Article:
Assuming that you choose the best broker for trading gold and that the spread and commission costs are insignificant, you are willing to risk one dollar and enter into a buy trade at the $1900 price and set your stop-loss at the $1899 price. Your risk is fixed on one dollar, but you must consider your possible profit in this trade to accept this risk. When you consider 1902 as your target price, your risk-to-reward will be 2, which seems an acceptable condition in capital management strategies.

Stop-loss distance from the entry point = 1899-1900 = 1

Target distance from entry point = 1900 – 1902 = 2

Risk to reward ratio = 1 ÷ 2 = 2

However, this R/R ratio cannot guarantee your success. Let's assume you only win 30% of your trades.

Total trades = 10

Winning trades = 3

Losing trades = 7

Profit Amount = 2 × 3 = 6

Loss Amount = 1 x 7 = 7

Account balance = 7 – 6 = -1

As a result, out of 10 trades, you will have a $6 profit and $7 loss and still lose $1.

The connection between win rate and risk-to-reward

Traders must strike a balance between win rate and risk-to-reward. As we discussed in the above examples, if the risk-to-reward ratio is significantly low, the high win rate is meaningless, and if the win rate is significantly low, the high risk-to-reward ratio may be pointless and lead to the loss of the trader in both cases. Consider one of the following strategies:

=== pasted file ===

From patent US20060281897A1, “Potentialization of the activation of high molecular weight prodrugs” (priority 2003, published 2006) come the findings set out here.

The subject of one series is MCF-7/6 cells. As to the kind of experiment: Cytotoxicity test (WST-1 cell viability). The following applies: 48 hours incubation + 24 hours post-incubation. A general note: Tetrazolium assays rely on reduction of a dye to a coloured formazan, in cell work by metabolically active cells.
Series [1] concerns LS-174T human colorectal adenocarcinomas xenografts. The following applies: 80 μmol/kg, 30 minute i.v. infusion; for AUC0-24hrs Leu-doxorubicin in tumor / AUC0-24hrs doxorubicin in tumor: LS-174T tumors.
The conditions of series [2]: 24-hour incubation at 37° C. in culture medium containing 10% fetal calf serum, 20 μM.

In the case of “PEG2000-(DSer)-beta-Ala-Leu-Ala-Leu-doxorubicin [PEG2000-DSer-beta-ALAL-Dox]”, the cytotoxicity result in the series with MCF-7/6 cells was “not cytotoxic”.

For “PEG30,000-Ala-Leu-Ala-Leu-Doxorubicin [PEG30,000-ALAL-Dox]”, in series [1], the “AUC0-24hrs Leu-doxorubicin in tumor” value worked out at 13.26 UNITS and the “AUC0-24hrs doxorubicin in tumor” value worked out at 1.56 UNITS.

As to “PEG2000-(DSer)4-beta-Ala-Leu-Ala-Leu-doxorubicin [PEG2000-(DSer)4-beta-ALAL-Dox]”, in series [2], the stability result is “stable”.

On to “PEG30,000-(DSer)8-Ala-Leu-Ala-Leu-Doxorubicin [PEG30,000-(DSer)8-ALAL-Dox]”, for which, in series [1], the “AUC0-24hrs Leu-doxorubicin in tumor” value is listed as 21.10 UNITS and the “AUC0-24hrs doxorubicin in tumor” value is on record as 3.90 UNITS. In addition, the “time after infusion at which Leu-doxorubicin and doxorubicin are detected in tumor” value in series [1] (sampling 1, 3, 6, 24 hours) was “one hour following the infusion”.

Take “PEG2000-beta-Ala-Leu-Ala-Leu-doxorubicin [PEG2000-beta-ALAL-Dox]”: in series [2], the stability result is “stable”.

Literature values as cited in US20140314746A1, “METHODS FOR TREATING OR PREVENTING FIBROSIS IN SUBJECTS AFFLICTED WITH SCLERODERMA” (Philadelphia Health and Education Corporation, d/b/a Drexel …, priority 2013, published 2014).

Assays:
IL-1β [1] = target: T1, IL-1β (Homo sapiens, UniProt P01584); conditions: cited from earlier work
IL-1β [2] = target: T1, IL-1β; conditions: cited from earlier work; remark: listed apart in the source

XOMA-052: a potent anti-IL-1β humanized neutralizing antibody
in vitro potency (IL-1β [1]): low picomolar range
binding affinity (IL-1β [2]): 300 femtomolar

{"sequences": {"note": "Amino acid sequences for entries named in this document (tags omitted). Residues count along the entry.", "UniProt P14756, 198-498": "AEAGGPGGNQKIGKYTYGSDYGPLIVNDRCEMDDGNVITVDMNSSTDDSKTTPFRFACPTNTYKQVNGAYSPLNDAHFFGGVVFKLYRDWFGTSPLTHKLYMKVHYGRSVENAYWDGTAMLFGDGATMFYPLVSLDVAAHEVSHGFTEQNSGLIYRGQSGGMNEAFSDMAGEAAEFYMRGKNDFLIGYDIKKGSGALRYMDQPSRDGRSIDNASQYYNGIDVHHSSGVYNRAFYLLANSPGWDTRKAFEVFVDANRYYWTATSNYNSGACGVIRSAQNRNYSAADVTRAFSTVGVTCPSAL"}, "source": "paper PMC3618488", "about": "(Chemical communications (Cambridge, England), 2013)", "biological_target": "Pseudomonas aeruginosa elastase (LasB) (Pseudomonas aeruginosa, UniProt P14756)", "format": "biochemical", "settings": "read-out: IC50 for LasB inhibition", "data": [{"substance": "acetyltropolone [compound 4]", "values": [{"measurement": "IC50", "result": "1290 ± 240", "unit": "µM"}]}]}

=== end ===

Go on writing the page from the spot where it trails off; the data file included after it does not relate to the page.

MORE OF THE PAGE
• If you have a high win rate, your risk to reward can be lower. You are profitable with a 60% win rate and a risk-to-reward of 1. Now, you will have more profit with a 60% win rate and a high risk-to-reward ratio.
  • If you have a win rate of 50% or less, your winning trades should be higher than your losing trades. If the risk-to-reward is above 1.5, you can be profitable with a 40% win rate.

Personalized Ideal Ratios

Since forex traders trade in various conditions, they should look for a strategy that will win at least 40-70% of the time. A percentage above 70 is difficult to win, and below %40 indicates a weak trading strategy.

Read More: What Is A Trading Strategy? Steps To Build A Winsome Trading Strategy In Forex

This Win Rate allows flexibility in the risk-to-reward ratio. Try to make your profit slightly more than your loss. The minimum amount of profit should be about 1.5 times more than the trade's risk, meaning if you lose a dollar by getting a stop in a transaction, your target transaction should have a profit of at least $1.5. With this R/R ratio, you can likely still be profitable even if you win 40% of your trades.


Traders must evaluate the quality of their wins and losses. Quality in trading means considering win rate, risk-to-reward ratio, number of losing trades, and acceptable risk when entering a buy or sell trade. A balance between the win rate and the risk-reward ratio is created by considering all these components, which is significant for a trader's success. Your ideal combination depends on your trading style. Remember that you don't need a very high Win Rate or Risk/Reward to be successful. Create balance and strive for stability.